Aiki-do is a very young martial art, but it embodied the principles and methods that span more than one hundred years. Ueshiba Morihei (1883 – 1969), a descendant of an ancient samurai family from Wakayama Prefecture, is considered the creator of aikido.
Aiki-do from the very beginning suggests that every person has a certain supply of ki vital energy, concentrated in the center of the hara. This energy can be directed in any direction. Aiki-do uses the principle of controlled control. The enemy is given the freedom to move wherever he wants, but any of his movements is under constant control. Attention does not relax for a second. Translated from Japanese, ah means harmony. This harmony is broken when aggression is manifested. The task of aiki-do is to restore harmony. The aggressive energy of the attacker is first controlled and then transferred to the circle. And then your center becomes a center of neutralization. All tricks in aiki-do are somehow connected with circular paths. Aikido movement in a circle allows you to not only avoid a harsh collision, but also to completely accompany the attacker’s movement. Movements in aiki-do are like a stream of water: soft, supple, but at the same time destroying hard stones. One action as if follows from another. All techniques and movements in aiki-do should be elegant and beautiful. From the very beginning, much attention has been paid to this. These principles are also true at the psychological level. This master sees the consciousness of the enemy and warns all his actions. The technique is practiced during training. But this aiki-do not end there. Aiki-do is both philosophy, and psychology, and physics. Any person can find their self here. You must always remember that aiki-do develops not only physical abilities, but also spiritual qualities. The development of these qualities is facilitated by the special atmosphere in the hall. Constant concentration and unconditional follow-up of the mentor’s instructions during training is required. Only in this case can all kinds of injuries be avoided and results achieved. The study of aiki-do technique begins with the study of the basic stances: hidari-hanmi and migi-hanmi. Feet are located on the line of attack at an angle of 90 degrees to each other. Body weight is evenly distributed on both legs. The back is straightened and the shoulders are laid back. Hands are right in front of you right in the center. The palms are open. The optimal distance for working in pairs when partners lightly touch each other with their fingertips. Movements in aiki-do are a combination of rotational and rectilinear movements. Steps should not be constrained or heavy. Aikidoists should be ready at any time to change direction. The head moves in one horizontal plane. Each intermediate position must be very stable. With any movement, the center of gravity begins to move. The housing always remains upright. There is no competition in classical aiki-do, but kata is practiced: repeated repetition of techniques until they become familiar. Most of the training takes place in working with a partner in order to achieve harmony between them. As a rule, one of the partners attacks (it is called nage), and the other defends (it is called uke). Partners are changing in turn. It is important that the attacking partner carry out their actions sincerely and without fear of falling. A very important point in aiki-do is & ukemi & – the art of insurance. You need to be in constant readiness without much stress and apply insurance at any time.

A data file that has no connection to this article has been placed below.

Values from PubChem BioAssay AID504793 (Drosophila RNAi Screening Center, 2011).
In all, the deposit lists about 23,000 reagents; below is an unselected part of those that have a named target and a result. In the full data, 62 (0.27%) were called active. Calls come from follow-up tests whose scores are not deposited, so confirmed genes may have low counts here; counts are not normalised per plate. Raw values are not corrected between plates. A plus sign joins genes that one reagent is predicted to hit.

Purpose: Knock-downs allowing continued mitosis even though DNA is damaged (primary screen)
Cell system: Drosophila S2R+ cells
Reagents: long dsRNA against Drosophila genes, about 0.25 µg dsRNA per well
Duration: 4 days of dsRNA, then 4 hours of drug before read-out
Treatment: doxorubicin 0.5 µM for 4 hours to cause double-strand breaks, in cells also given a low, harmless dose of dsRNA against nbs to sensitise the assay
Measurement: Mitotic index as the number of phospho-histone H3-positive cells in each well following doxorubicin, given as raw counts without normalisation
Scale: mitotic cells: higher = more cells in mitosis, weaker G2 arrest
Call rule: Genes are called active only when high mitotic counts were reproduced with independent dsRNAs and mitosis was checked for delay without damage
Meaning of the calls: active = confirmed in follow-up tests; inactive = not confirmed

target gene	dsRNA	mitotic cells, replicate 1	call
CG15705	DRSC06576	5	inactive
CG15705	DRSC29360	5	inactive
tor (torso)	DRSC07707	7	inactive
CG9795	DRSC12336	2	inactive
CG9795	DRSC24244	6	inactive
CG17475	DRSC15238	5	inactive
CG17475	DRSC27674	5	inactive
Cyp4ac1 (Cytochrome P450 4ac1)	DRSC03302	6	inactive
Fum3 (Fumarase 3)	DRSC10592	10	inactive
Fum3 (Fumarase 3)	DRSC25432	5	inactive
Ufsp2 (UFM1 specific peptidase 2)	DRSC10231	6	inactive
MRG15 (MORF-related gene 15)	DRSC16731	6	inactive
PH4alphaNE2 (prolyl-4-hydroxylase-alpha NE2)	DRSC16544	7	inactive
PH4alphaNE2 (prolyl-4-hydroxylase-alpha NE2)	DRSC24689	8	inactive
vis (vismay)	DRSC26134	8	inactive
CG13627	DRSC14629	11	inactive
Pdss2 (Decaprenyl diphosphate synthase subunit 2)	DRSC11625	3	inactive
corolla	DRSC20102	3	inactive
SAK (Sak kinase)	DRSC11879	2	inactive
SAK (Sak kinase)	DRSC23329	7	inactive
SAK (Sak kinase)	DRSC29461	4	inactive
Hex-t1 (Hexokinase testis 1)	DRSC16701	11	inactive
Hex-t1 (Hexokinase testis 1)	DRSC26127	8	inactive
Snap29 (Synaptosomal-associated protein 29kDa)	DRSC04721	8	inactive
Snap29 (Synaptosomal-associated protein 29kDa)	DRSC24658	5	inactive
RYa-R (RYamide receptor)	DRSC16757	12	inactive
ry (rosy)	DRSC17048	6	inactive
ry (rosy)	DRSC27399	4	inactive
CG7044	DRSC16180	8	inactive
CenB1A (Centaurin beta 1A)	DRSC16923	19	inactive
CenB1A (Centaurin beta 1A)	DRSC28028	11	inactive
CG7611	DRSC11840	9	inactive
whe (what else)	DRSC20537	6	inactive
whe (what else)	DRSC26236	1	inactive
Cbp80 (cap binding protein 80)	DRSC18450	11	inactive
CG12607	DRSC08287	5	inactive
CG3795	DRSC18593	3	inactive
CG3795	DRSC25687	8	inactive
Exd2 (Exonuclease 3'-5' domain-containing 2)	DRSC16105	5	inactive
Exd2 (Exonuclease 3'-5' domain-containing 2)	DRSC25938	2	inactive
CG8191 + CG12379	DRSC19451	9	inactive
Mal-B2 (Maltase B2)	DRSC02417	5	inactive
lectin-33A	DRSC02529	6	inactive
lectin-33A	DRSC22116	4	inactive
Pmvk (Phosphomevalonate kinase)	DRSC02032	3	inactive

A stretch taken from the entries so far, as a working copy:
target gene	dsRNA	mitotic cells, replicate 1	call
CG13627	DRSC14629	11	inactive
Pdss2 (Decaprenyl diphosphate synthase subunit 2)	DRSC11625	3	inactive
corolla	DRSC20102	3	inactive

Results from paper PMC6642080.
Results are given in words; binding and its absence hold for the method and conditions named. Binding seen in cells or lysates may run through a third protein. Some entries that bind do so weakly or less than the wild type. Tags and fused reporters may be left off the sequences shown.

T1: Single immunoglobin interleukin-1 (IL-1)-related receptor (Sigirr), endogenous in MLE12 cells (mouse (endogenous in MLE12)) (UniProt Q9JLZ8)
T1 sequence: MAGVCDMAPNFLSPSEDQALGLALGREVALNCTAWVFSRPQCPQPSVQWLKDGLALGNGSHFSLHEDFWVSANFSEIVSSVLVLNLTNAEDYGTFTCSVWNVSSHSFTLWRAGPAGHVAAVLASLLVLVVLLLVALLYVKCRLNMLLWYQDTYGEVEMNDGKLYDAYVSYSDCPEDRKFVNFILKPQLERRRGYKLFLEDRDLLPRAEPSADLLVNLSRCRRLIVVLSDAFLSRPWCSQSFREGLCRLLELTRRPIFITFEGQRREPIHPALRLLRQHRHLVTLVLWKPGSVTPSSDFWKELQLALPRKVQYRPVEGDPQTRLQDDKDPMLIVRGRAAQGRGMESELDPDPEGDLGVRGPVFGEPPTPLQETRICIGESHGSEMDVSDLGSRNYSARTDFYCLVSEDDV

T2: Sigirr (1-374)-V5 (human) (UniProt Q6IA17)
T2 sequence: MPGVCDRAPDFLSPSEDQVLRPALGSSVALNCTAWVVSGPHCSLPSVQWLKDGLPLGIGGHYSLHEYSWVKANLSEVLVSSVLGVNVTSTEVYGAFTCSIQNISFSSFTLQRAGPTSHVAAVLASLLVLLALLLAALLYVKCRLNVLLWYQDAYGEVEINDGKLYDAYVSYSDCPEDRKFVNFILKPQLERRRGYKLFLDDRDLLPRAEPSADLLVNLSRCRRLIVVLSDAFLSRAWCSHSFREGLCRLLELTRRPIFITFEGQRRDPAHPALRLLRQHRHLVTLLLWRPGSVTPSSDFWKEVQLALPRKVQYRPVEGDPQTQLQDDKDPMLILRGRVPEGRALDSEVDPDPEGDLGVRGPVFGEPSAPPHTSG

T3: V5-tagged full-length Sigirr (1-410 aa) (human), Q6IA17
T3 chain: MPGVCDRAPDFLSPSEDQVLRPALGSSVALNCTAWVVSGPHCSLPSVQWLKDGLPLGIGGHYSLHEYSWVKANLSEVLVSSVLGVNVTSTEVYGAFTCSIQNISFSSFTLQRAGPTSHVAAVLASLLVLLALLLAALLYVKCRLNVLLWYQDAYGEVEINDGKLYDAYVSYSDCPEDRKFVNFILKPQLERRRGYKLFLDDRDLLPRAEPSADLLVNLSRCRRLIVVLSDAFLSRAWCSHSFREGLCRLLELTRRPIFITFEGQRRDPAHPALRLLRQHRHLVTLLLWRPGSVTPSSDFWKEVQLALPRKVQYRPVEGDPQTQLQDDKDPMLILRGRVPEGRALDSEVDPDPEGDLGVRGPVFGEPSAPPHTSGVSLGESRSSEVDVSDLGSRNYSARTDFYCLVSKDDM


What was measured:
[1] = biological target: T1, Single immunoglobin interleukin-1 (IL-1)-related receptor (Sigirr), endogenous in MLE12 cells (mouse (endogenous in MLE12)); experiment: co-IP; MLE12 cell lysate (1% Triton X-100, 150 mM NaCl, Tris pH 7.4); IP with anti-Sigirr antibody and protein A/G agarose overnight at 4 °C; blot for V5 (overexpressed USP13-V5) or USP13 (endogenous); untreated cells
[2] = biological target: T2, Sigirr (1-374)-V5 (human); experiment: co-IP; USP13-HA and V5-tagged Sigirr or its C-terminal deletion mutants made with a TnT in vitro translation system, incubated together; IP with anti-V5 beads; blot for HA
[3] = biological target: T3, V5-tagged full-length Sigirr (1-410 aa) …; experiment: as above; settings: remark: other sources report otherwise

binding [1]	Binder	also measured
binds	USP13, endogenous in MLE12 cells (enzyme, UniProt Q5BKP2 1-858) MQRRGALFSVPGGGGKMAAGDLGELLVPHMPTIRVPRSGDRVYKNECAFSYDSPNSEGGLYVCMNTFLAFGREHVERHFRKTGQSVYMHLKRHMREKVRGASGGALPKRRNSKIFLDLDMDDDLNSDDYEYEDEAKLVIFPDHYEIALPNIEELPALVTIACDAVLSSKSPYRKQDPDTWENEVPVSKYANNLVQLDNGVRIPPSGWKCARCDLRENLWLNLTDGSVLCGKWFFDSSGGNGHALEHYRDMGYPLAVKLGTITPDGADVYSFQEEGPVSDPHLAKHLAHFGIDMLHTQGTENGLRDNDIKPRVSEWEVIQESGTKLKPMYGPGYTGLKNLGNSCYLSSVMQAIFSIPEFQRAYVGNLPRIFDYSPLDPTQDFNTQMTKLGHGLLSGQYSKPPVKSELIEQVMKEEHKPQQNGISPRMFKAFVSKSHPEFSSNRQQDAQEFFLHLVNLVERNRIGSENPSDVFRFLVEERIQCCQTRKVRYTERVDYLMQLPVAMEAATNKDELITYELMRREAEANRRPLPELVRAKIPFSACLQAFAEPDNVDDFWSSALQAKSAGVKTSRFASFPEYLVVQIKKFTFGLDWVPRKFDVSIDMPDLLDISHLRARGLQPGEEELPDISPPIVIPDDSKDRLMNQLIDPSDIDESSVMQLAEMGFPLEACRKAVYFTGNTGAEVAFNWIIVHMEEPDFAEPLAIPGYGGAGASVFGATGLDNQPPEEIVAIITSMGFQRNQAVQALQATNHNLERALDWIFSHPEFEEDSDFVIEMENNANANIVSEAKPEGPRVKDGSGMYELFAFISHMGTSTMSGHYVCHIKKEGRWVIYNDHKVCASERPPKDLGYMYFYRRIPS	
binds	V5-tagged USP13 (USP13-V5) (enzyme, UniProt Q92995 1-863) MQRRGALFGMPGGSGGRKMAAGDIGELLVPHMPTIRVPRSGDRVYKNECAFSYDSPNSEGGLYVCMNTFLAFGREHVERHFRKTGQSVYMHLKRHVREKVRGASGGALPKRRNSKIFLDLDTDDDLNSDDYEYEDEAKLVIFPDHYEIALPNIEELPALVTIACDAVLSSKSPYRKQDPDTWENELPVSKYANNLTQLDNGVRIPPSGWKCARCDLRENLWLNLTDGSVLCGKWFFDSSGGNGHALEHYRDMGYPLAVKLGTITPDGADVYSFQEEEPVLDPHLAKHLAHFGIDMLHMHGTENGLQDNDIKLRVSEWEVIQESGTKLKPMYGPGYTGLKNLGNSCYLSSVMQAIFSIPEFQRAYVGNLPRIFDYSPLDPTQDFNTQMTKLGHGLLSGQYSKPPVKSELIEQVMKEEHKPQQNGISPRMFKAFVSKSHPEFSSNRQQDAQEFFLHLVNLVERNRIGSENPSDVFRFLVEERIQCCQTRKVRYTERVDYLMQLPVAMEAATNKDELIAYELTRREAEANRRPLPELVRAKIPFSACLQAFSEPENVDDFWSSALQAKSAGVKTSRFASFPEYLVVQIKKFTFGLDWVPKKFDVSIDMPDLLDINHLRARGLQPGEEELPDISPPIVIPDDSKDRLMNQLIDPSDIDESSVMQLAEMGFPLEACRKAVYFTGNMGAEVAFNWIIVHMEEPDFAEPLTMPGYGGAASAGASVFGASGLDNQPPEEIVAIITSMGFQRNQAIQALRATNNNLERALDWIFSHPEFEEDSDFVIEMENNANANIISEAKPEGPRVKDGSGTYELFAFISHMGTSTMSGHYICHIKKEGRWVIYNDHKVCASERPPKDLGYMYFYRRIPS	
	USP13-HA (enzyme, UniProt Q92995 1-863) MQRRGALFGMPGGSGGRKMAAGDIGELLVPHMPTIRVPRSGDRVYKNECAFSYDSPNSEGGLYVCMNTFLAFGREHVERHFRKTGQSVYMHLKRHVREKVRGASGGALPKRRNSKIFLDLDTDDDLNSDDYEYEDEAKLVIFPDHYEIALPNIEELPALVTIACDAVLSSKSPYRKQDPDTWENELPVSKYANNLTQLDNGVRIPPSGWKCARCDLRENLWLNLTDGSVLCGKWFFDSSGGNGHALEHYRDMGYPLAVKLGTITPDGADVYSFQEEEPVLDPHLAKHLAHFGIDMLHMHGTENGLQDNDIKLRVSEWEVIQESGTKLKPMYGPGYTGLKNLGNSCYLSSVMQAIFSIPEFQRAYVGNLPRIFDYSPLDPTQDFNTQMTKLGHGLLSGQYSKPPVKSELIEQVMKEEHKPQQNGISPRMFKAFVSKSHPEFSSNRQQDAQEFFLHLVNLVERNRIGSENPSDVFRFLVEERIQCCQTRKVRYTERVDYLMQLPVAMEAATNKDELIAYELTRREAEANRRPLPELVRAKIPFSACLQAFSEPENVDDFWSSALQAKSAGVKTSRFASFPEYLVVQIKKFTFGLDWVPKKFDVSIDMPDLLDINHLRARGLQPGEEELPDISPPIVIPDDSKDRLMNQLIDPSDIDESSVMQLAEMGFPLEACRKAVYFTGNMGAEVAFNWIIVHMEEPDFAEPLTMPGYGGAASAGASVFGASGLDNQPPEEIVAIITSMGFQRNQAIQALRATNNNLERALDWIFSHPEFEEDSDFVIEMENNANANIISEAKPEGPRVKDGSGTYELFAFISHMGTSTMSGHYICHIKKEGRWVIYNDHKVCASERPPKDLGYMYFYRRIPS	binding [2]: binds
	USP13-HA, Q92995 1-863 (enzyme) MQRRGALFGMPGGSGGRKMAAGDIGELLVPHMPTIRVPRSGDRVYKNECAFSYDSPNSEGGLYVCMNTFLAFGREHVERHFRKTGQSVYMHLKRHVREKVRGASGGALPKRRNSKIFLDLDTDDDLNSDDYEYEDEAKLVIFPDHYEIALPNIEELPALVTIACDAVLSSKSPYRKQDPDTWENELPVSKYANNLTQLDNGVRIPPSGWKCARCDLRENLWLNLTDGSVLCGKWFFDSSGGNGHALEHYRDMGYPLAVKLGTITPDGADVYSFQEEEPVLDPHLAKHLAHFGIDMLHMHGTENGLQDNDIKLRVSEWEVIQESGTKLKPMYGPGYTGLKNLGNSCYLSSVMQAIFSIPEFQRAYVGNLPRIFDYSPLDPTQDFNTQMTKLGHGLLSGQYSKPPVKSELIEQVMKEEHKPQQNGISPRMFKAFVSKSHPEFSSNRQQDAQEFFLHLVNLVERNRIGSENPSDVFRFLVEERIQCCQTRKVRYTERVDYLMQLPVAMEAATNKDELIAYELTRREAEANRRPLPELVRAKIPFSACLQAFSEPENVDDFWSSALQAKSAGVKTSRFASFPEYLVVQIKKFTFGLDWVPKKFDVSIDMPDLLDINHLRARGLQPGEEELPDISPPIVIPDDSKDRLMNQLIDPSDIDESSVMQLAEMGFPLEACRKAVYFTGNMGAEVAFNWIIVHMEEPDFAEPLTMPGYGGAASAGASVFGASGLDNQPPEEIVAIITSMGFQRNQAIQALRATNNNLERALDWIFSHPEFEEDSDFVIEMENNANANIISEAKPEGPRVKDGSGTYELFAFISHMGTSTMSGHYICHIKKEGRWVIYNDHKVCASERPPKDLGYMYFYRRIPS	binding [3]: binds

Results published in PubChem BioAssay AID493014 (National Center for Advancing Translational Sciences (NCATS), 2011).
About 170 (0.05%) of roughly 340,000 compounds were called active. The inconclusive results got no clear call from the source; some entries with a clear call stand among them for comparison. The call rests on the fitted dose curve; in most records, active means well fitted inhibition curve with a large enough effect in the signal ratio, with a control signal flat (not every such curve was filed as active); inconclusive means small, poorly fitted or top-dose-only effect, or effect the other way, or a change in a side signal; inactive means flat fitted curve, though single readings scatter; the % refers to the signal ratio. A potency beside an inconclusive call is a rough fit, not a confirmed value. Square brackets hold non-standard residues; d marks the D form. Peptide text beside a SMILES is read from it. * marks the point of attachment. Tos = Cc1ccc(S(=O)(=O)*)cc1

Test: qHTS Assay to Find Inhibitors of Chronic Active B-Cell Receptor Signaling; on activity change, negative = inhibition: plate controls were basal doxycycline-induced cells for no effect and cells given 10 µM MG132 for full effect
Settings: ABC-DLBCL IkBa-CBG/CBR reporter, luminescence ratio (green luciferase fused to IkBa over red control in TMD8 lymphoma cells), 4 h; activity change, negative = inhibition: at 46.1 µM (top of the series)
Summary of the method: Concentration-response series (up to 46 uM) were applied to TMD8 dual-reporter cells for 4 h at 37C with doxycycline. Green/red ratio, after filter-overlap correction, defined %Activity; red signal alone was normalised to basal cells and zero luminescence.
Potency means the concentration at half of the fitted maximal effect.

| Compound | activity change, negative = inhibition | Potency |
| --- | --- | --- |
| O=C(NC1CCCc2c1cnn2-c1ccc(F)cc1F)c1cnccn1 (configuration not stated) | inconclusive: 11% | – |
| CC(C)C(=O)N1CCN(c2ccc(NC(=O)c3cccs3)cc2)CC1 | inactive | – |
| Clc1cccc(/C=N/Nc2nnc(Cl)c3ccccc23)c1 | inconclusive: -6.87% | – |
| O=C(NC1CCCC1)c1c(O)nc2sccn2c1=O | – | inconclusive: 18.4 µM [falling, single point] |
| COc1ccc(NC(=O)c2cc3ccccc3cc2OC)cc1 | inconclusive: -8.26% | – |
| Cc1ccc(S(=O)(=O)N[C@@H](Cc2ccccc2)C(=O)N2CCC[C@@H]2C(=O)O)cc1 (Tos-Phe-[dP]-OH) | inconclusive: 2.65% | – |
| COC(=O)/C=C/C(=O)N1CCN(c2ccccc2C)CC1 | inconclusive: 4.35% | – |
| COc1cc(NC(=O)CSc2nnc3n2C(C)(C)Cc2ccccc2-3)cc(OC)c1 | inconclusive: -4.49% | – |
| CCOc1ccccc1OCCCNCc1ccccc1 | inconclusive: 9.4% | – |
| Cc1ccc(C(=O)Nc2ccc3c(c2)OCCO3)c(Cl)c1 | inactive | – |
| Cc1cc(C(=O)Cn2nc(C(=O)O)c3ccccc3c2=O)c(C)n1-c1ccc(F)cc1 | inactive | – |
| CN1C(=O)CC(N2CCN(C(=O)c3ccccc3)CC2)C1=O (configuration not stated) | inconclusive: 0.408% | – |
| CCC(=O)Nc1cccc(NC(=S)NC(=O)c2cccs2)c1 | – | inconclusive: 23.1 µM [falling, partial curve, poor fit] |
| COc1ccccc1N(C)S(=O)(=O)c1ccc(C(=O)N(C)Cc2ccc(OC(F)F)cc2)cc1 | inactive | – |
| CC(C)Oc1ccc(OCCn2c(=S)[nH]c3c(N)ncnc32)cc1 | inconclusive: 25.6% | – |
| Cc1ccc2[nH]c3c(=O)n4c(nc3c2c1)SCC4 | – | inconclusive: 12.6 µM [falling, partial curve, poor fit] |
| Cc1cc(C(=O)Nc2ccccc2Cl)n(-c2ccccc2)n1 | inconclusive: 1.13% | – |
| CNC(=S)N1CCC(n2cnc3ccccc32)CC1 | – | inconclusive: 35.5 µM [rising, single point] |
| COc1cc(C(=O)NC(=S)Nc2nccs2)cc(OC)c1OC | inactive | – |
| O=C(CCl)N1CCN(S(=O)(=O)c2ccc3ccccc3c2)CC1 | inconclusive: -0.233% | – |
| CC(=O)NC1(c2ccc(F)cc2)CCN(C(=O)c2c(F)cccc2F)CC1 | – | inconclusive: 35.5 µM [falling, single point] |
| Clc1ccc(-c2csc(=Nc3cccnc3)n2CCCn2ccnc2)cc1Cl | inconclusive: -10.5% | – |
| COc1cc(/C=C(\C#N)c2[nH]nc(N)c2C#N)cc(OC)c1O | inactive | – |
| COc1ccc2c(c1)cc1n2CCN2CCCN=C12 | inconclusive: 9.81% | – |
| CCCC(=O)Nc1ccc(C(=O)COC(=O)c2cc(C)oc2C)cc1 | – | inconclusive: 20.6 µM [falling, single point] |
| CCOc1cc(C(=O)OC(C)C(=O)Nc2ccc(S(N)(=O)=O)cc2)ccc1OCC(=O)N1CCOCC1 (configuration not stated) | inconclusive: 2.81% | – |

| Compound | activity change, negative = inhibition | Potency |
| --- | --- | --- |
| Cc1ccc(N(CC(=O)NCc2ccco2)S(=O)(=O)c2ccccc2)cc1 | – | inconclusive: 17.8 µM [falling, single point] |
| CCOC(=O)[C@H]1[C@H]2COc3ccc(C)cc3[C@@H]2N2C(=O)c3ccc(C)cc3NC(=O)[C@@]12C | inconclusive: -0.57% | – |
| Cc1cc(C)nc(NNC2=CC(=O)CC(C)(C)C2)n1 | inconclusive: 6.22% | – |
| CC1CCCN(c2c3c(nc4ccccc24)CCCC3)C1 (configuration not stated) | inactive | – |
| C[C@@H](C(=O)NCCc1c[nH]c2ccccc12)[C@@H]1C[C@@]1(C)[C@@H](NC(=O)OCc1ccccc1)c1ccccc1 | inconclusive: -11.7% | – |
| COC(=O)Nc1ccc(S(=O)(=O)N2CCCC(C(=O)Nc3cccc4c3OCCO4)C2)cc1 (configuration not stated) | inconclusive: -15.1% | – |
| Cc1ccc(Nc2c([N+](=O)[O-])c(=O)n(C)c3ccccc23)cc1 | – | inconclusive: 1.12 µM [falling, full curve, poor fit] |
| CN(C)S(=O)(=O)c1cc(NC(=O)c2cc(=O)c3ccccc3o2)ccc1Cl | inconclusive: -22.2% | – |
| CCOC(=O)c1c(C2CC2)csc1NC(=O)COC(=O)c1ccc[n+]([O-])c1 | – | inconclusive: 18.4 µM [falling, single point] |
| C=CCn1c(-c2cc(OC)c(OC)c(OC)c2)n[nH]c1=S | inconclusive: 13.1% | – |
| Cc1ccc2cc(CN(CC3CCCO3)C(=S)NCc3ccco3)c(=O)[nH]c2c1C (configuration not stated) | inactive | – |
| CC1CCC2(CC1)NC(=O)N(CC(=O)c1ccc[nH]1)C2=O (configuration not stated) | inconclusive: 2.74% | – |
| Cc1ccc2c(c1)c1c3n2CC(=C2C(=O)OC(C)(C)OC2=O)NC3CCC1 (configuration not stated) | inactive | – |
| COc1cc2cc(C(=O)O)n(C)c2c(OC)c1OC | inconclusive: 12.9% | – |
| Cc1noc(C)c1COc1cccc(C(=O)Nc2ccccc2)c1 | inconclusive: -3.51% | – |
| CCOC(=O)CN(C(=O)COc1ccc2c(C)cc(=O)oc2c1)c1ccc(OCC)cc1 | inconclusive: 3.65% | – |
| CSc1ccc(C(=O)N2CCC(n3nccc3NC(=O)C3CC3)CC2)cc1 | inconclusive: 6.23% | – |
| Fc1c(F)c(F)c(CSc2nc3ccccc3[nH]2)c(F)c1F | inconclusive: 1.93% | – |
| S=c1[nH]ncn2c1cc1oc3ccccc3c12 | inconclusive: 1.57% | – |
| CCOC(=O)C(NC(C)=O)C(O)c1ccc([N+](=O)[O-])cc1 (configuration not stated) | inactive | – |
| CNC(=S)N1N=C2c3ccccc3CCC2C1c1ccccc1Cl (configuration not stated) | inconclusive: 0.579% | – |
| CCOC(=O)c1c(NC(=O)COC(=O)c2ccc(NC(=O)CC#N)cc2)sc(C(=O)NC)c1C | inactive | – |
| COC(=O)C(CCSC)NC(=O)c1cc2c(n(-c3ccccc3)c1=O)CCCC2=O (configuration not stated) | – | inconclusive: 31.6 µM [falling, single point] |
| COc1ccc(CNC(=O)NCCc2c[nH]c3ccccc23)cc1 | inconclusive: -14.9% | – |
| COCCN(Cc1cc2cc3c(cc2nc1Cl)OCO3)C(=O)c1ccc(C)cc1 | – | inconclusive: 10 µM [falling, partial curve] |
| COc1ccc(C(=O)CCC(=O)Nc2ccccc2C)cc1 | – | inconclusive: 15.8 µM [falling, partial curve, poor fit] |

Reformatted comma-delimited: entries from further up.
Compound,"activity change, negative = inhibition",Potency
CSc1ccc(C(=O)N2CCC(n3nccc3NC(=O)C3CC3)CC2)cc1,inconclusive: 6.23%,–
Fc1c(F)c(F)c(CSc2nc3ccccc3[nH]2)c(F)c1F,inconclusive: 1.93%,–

Currently, there are many styles of Aikido. We restrict ourselves to listing only the main directions that originated from Aikido O-Sensei. This classification is conditional in nature and is intended only to give an idea of the variety of forms of Aikido.
One of the biggest turning points in Aikido history that occurred during O-Sensei’s life was Kenji Tomiki’s proposal to rationalize Aikido by introducing Kata and competition. Since then, any communication between Tomiki schools and traditional Aikido schools has been interrupted.
Tomiki Aikido was founded by one of the very first students of O-Sensei Kenzi Tomiki. Tomiki-sensei also studied for a long time with the founder of Judo, Jigoro Kano. Tomiki-sensei believed that the “rationalization” of Aikido training in the directions made by Jigoro Kano in Judo would make Aikido easier to learn, especially at Japanese Universities. Moreover, he believed that the introduction of a competitive element should serve to limit and concentrate practice, since there is no better test than a real fight. The latter was the reason for the separation from O-Sensei, who firmly believed that there was no place for competition in Aikido. Tomiki-ryu is characterized by the use of kata (forms) in the study and conduct of competitions, both without weapons and with a rubber knife.